American Legion Post 53 strives for relevance

The Post honors local women, outlines active programs to attract today’s vets

Photos by Rusty Strait/The Valley Chronicle
In a sit-down interview with Russ Mills, executive board member/finance officer and committee chairman, The Valley Chronicle was briefed on Post 53’s plans for the future.

■ By Rusty Strait / Senior Reporter

The American Legion Post 53’s monthly membership meeting on Wednesday, Feb. 21, in Hemet, although sparsely attended was filled with purpose. In a sit-down interview with Russ Mills, executive board member/finance officer and committee chairman, The Valley Chronicle was briefed on details and plans for the future since the merger with San Jacinto Post 848 fell through.
The Valley Chronicle (TVC): What were the awards handed out tonight?
Russ Mills (RM): Susan Watson of the San Jacinto Chamber of Commerce and Linda Greilich from Golden Era [Productions] Golf Course were honored with citizens of the year awards for their services and dedication to the American Legion and its activities.
TVC: The expulsion of a member was voted on tonight. What was that all about?
RM: A charge was filed against a member whose conduct was unbecoming a member of the Post and The American Legion. We called an executive committee meeting the next morning. With all necessary protocol available, we took precautionary action to prevent such a situation from happening again. Everything was confirmed. The expulsion went from our post to district and area divisions of California. State said we ran through the procedure so adequately that a formal tribunal would not be required, referring it back to us for further handling. Tonight, a unanimous vote by the general membership confirmed the ruling and the guilty party will be so notified.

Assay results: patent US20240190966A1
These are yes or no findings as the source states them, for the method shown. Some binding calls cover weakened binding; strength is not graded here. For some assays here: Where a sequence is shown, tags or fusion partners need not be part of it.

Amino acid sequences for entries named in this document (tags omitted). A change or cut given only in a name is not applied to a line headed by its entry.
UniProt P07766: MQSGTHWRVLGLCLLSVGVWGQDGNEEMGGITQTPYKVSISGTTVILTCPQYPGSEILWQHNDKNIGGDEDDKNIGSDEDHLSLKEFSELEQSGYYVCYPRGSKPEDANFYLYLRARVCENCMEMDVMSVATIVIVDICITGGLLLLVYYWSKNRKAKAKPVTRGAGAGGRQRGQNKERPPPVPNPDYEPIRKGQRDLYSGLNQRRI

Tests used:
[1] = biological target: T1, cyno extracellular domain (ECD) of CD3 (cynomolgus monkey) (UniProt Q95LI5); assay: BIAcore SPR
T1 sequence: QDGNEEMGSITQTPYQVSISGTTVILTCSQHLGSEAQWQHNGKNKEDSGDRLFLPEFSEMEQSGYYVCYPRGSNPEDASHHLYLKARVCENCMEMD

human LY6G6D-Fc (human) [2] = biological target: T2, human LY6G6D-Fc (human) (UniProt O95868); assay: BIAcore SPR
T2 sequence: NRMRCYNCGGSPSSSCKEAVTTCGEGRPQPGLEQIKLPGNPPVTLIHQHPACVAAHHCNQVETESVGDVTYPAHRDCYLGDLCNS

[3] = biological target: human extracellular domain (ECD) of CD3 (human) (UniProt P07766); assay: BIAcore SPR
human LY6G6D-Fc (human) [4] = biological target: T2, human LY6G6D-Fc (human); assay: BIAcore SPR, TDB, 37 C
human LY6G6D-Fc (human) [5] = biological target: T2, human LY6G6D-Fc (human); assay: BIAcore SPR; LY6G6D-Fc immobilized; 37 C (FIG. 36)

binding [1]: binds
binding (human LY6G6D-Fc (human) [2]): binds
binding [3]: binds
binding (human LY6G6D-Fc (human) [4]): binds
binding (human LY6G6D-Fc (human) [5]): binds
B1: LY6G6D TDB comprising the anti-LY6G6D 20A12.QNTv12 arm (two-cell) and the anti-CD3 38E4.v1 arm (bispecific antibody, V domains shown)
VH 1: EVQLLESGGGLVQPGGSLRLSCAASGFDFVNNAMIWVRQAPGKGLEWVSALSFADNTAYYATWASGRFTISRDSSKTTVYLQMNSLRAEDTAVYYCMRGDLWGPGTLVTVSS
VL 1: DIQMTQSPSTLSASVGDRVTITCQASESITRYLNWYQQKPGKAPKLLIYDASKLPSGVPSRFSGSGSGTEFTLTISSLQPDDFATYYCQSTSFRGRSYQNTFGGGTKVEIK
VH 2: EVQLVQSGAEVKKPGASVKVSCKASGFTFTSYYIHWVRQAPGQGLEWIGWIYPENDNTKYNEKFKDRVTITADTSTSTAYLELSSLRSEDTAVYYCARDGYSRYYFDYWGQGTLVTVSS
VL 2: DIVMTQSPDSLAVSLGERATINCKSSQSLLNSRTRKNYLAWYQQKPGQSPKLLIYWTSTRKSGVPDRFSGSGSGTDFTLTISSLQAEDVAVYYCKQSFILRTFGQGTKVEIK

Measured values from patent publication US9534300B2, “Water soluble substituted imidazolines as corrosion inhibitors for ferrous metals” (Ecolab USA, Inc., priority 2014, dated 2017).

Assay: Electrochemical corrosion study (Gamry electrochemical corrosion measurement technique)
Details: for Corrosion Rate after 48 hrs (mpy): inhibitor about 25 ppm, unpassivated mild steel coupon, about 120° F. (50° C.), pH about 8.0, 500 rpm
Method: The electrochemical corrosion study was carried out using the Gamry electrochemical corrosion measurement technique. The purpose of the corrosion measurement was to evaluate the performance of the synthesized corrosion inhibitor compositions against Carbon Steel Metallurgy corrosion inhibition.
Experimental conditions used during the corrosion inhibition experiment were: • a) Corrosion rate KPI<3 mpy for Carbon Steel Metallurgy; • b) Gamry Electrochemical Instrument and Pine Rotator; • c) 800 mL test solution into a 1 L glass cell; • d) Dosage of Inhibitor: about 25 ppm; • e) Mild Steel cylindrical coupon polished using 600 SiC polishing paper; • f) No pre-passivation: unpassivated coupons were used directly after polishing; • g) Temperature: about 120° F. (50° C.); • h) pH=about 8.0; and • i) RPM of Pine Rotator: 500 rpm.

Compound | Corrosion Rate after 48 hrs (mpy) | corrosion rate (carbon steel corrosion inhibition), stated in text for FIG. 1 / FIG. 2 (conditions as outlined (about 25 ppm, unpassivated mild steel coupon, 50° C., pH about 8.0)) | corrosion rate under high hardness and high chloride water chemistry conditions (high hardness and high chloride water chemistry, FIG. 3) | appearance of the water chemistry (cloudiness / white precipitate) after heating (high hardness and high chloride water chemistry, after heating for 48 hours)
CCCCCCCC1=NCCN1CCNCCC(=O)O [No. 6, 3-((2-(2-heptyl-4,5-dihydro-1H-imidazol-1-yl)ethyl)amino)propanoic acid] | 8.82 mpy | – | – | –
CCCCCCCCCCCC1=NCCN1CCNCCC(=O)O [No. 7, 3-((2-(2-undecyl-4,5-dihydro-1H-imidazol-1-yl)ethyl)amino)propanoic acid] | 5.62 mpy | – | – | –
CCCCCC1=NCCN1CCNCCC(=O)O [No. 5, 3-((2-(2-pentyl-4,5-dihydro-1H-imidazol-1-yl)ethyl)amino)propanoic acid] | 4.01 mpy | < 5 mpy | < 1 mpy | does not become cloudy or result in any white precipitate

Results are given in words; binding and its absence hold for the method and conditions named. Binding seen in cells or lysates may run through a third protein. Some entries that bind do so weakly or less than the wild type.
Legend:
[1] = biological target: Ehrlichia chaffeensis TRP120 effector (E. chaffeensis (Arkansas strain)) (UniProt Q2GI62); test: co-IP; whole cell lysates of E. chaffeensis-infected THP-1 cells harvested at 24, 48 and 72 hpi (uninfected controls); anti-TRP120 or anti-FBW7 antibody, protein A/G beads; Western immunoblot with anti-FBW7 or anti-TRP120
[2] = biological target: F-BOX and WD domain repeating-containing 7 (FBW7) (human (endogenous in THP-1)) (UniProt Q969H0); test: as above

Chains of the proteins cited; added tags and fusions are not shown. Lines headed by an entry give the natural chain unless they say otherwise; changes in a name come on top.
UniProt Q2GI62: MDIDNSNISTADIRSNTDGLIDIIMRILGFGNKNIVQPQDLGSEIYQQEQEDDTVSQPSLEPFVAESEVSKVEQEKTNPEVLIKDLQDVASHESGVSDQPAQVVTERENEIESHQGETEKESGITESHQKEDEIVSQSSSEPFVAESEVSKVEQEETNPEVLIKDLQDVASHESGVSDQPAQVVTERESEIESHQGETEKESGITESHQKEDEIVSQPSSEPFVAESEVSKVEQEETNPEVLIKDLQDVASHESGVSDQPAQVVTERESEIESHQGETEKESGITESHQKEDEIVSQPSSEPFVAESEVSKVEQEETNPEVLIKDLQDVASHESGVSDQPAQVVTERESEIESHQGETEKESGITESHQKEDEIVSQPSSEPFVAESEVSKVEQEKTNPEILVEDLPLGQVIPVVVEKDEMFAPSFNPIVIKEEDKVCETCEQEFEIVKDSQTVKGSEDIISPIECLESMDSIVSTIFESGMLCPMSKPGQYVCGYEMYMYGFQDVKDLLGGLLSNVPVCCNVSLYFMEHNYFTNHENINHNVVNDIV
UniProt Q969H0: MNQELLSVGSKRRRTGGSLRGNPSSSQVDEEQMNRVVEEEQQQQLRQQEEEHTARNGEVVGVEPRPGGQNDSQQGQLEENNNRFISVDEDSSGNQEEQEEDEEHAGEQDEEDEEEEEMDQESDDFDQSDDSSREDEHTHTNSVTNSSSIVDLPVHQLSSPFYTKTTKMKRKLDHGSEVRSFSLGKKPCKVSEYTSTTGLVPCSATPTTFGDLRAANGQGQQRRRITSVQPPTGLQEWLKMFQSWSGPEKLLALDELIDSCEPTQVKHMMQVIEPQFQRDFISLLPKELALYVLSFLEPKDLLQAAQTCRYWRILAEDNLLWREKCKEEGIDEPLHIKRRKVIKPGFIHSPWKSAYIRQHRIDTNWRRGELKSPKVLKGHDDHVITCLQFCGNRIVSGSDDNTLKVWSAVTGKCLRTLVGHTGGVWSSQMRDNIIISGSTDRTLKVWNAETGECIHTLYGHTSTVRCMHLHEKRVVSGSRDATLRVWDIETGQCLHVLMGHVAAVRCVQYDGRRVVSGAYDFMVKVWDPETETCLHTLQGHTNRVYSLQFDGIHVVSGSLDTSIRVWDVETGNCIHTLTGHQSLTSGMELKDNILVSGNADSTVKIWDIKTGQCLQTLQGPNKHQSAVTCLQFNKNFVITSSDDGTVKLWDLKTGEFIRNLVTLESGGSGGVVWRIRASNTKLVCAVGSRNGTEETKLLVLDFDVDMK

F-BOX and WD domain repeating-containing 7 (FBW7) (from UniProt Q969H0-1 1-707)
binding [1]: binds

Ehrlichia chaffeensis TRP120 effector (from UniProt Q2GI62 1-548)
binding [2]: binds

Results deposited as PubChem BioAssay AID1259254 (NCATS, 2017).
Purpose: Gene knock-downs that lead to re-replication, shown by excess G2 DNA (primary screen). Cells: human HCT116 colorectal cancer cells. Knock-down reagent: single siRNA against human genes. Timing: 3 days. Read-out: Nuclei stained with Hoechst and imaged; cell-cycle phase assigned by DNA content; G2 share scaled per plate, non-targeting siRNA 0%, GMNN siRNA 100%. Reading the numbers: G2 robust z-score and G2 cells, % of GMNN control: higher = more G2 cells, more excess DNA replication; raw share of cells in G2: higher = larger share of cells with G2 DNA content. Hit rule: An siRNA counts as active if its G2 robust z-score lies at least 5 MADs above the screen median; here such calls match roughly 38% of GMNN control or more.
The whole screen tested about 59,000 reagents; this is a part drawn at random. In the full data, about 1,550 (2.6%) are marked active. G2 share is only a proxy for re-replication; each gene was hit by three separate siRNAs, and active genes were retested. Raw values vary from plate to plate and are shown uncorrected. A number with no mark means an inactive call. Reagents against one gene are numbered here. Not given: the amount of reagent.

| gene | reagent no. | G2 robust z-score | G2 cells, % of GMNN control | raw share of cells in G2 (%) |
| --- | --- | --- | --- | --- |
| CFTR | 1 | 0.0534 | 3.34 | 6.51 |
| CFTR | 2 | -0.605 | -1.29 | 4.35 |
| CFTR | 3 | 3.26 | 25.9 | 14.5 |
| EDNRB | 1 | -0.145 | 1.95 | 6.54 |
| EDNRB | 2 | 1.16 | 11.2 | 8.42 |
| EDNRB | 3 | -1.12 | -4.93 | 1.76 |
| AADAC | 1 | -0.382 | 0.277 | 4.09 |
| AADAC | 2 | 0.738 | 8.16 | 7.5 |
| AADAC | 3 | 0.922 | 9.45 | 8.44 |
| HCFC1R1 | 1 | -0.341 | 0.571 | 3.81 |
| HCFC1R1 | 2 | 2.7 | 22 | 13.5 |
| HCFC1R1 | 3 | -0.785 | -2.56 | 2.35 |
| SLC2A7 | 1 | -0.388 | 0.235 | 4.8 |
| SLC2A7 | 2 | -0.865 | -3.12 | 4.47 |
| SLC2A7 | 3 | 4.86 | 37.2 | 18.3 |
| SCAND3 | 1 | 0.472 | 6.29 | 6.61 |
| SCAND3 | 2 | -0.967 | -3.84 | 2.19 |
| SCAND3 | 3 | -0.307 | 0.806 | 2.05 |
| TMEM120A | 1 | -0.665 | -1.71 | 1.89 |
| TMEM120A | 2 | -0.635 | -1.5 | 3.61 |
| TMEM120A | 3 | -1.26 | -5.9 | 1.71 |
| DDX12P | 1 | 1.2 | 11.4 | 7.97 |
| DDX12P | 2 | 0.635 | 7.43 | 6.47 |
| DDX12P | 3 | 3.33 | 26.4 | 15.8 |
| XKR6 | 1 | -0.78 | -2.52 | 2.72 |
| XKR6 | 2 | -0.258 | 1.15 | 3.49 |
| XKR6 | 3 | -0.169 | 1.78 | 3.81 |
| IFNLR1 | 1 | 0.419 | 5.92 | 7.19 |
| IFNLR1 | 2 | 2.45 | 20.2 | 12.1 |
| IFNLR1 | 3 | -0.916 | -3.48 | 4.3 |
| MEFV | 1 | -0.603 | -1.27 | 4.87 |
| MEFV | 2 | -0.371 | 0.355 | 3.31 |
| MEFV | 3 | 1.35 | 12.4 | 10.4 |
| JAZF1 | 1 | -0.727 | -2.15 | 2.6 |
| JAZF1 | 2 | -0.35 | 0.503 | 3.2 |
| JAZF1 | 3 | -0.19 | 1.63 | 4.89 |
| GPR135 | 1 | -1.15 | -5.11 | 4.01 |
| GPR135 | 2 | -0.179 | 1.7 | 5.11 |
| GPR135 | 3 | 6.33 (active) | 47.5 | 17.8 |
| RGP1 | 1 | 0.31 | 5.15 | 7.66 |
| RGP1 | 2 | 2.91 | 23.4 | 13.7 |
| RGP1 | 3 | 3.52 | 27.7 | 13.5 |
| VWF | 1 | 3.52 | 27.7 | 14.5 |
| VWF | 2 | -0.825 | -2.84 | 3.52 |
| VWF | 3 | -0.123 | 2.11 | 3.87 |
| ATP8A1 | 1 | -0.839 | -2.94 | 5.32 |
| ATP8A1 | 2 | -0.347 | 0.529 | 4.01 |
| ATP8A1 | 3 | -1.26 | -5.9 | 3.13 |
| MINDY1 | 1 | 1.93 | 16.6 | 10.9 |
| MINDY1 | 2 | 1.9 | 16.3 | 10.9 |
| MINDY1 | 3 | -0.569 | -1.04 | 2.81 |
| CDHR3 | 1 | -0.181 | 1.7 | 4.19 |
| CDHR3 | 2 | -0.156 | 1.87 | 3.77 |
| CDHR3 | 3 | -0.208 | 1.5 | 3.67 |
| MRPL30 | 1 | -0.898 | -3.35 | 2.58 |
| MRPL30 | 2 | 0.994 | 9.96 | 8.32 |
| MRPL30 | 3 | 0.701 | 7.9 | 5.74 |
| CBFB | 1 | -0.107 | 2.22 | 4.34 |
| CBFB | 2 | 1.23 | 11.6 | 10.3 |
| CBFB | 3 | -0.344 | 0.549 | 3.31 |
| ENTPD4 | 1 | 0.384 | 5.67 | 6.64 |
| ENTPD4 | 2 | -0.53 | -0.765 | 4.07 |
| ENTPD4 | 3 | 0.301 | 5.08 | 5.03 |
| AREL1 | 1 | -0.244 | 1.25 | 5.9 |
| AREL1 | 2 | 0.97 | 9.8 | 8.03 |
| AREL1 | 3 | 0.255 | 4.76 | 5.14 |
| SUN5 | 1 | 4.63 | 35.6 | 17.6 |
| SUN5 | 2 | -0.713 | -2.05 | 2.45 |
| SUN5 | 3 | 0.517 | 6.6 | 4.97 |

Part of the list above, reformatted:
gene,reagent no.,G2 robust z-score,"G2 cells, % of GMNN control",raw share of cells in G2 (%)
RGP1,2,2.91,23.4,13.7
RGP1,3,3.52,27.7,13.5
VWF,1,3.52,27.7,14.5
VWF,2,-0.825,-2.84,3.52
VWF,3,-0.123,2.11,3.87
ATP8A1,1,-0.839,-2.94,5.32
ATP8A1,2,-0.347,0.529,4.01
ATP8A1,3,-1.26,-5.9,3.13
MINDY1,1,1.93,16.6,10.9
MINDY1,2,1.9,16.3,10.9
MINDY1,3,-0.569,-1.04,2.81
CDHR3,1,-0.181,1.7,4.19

TVC: The Post’s involvement with Boys State was also a topic.
RM: It is an annual event where we select three or four young men, usually three boys and an alternate. Candidates from our three Hemet high schools submit their applications. A board made up of four officers of the post interview and chooses who our nominees will be. We submit those nominees to the district in Riverside County as candidates for Boys State, which is held once a year. The cost for each boy is $500.

Photo File
Rusty Strait

RM: If selected, the boys go to Sacramento University for a week where they participate in running their own state government and from among themselves they elect their own governor, state supreme court, and other state officers. In essence, they are operating a shadow government for a whole week. Every boy who goes through that procedure has an opportunity to see the workings of government close up and is exposed to the political process.
RM: Each young man who lives that week of government will remember it for the rest of his life. Boys State is so influential that when these youngsters are preparing for college, their participation in Boys State is taken into consideration as a plus.
TVC: How about your candidate for Eagle Scout of the year?
RM: Timothy Carlson is our nominee this year. His mom and dad own a local business in the middle of town. Timothy is above and beyond any young man I’ve ever seen as a candidate for Eagle Scout of the year. He takes leadership among other young men. His project for Eagle Scout recognition is the restoration of a Turkish F-1 GNAT fighter plane located at March Air… [Reserve] Base. It was recently painted and transferred to the prop hanger to show respect.